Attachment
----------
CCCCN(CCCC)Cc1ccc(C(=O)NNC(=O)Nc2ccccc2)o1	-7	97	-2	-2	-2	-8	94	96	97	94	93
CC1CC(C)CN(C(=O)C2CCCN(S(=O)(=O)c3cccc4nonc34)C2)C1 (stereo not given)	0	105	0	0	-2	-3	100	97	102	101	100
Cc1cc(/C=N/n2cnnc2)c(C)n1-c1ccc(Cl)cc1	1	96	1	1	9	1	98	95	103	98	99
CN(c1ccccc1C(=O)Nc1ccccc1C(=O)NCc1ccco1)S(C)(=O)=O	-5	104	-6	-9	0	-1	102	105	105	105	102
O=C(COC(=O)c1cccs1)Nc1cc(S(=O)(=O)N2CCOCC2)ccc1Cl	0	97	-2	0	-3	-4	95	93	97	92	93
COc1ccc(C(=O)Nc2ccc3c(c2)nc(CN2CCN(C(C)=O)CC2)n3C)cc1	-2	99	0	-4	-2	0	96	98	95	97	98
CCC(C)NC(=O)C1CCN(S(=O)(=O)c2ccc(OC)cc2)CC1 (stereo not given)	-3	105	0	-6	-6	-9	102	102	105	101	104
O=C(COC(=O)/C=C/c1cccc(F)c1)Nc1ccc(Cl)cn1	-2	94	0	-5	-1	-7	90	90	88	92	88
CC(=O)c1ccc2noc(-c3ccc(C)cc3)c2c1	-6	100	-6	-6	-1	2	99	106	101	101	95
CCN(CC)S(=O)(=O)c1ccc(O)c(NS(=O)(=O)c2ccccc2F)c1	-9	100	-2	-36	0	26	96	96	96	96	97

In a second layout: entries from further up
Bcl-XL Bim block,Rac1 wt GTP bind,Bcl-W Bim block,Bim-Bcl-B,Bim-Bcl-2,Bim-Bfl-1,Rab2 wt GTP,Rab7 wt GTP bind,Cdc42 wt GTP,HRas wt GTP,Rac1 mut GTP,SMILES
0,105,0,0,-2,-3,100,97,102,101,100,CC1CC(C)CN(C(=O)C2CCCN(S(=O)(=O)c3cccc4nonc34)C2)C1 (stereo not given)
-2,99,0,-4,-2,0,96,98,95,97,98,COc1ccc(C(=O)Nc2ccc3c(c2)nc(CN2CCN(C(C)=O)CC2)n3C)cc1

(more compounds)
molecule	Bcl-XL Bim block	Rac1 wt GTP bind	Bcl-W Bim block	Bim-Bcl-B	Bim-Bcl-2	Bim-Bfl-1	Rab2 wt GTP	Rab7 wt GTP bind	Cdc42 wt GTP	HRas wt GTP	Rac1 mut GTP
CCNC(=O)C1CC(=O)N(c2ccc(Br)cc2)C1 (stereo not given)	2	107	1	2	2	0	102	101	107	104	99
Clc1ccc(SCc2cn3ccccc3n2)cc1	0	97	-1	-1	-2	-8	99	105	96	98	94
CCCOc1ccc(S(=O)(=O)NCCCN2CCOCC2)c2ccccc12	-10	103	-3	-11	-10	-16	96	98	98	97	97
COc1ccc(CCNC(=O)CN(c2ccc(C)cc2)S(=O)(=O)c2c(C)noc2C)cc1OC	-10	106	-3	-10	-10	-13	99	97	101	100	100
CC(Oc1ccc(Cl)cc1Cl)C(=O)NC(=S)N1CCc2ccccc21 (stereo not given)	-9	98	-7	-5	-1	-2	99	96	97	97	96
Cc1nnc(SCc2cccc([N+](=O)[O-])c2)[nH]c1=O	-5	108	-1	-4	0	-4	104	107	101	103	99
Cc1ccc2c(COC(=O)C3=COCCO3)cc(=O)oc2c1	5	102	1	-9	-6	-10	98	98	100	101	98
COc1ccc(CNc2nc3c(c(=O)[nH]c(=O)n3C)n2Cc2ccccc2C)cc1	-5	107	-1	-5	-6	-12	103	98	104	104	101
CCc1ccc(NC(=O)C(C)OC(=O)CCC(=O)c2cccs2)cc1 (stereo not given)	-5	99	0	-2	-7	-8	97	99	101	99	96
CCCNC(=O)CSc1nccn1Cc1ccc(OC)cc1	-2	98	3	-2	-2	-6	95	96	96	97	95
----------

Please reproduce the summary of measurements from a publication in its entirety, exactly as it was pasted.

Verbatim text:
CCCCN(CCCC)Cc1ccc(C(=O)NNC(=O)Nc2ccccc2)o1	-7	97	-2	-2	-2	-8	94	96	97	94	93
CC1CC(C)CN(C(=O)C2CCCN(S(=O)(=O)c3cccc4nonc34)C2)C1 (stereo not given)	0	105	0	0	-2	-3	100	97	102	101	100
Cc1cc(/C=N/n2cnnc2)c(C)n1-c1ccc(Cl)cc1	1	96	1	1	9	1	98	95	103	98	99
CN(c1ccccc1C(=O)Nc1ccccc1C(=O)NCc1ccco1)S(C)(=O)=O	-5	104	-6	-9	0	-1	102	105	105	105	102
O=C(COC(=O)c1cccs1)Nc1cc(S(=O)(=O)N2CCOCC2)ccc1Cl	0	97	-2	0	-3	-4	95	93	97	92	93
COc1ccc(C(=O)Nc2ccc3c(c2)nc(CN2CCN(C(C)=O)CC2)n3C)cc1	-2	99	0	-4	-2	0	96	98	95	97	98
CCC(C)NC(=O)C1CCN(S(=O)(=O)c2ccc(OC)cc2)CC1 (stereo not given)	-3	105	0	-6	-6	-9	102	102	105	101	104
O=C(COC(=O)/C=C/c1cccc(F)c1)Nc1ccc(Cl)cn1	-2	94	0	-5	-1	-7	90	90	88	92	88
CC(=O)c1ccc2noc(-c3ccc(C)cc3)c2c1	-6	100	-6	-6	-1	2	99	106	101	101	95
CCN(CC)S(=O)(=O)c1ccc(O)c(NS(=O)(=O)c2ccccc2F)c1	-9	100	-2	-36	0	26	96	96	96	96	97

In a second layout: entries from further up
Bcl-XL Bim block,Rac1 wt GTP bind,Bcl-W Bim block,Bim-Bcl-B,Bim-Bcl-2,Bim-Bfl-1,Rab2 wt GTP,Rab7 wt GTP bind,Cdc42 wt GTP,HRas wt GTP,Rac1 mut GTP,SMILES
0,105,0,0,-2,-3,100,97,102,101,100,CC1CC(C)CN(C(=O)C2CCCN(S(=O)(=O)c3cccc4nonc34)C2)C1 (stereo not given)
-2,99,0,-4,-2,0,96,98,95,97,98,COc1ccc(C(=O)Nc2ccc3c(c2)nc(CN2CCN(C(C)=O)CC2)n3C)cc1

(more compounds)
molecule	Bcl-XL Bim block	Rac1 wt GTP bind	Bcl-W Bim block	Bim-Bcl-B	Bim-Bcl-2	Bim-Bfl-1	Rab2 wt GTP	Rab7 wt GTP bind	Cdc42 wt GTP	HRas wt GTP	Rac1 mut GTP
CCNC(=O)C1CC(=O)N(c2ccc(Br)cc2)C1 (stereo not given)	2	107	1	2	2	0	102	101	107	104	99
Clc1ccc(SCc2cn3ccccc3n2)cc1	0	97	-1	-1	-2	-8	99	105	96	98	94
CCCOc1ccc(S(=O)(=O)NCCCN2CCOCC2)c2ccccc12	-10	103	-3	-11	-10	-16	96	98	98	97	97
COc1ccc(CCNC(=O)CN(c2ccc(C)cc2)S(=O)(=O)c2c(C)noc2C)cc1OC	-10	106	-3	-10	-10	-13	99	97	101	100	100
CC(Oc1ccc(Cl)cc1Cl)C(=O)NC(=S)N1CCc2ccccc21 (stereo not given)	-9	98	-7	-5	-1	-2	99	96	97	97	96
Cc1nnc(SCc2cccc([N+](=O)[O-])c2)[nH]c1=O	-5	108	-1	-4	0	-4	104	107	101	103	99
Cc1ccc2c(COC(=O)C3=COCCO3)cc(=O)oc2c1	5	102	1	-9	-6	-10	98	98	100	101	98
COc1ccc(CNc2nc3c(c(=O)[nH]c(=O)n3C)n2Cc2ccccc2C)cc1	-5	107	-1	-5	-6	-12	103	98	104	104	101
CCc1ccc(NC(=O)C(C)OC(=O)CCC(=O)c2cccs2)cc1 (stereo not given)	-5	99	0	-2	-7	-8	97	99	101	99	96
CCCNC(=O)CSc1nccn1Cc1ccc(OC)cc1	-2	98	3	-2	-2	-6	95	96	96	97	95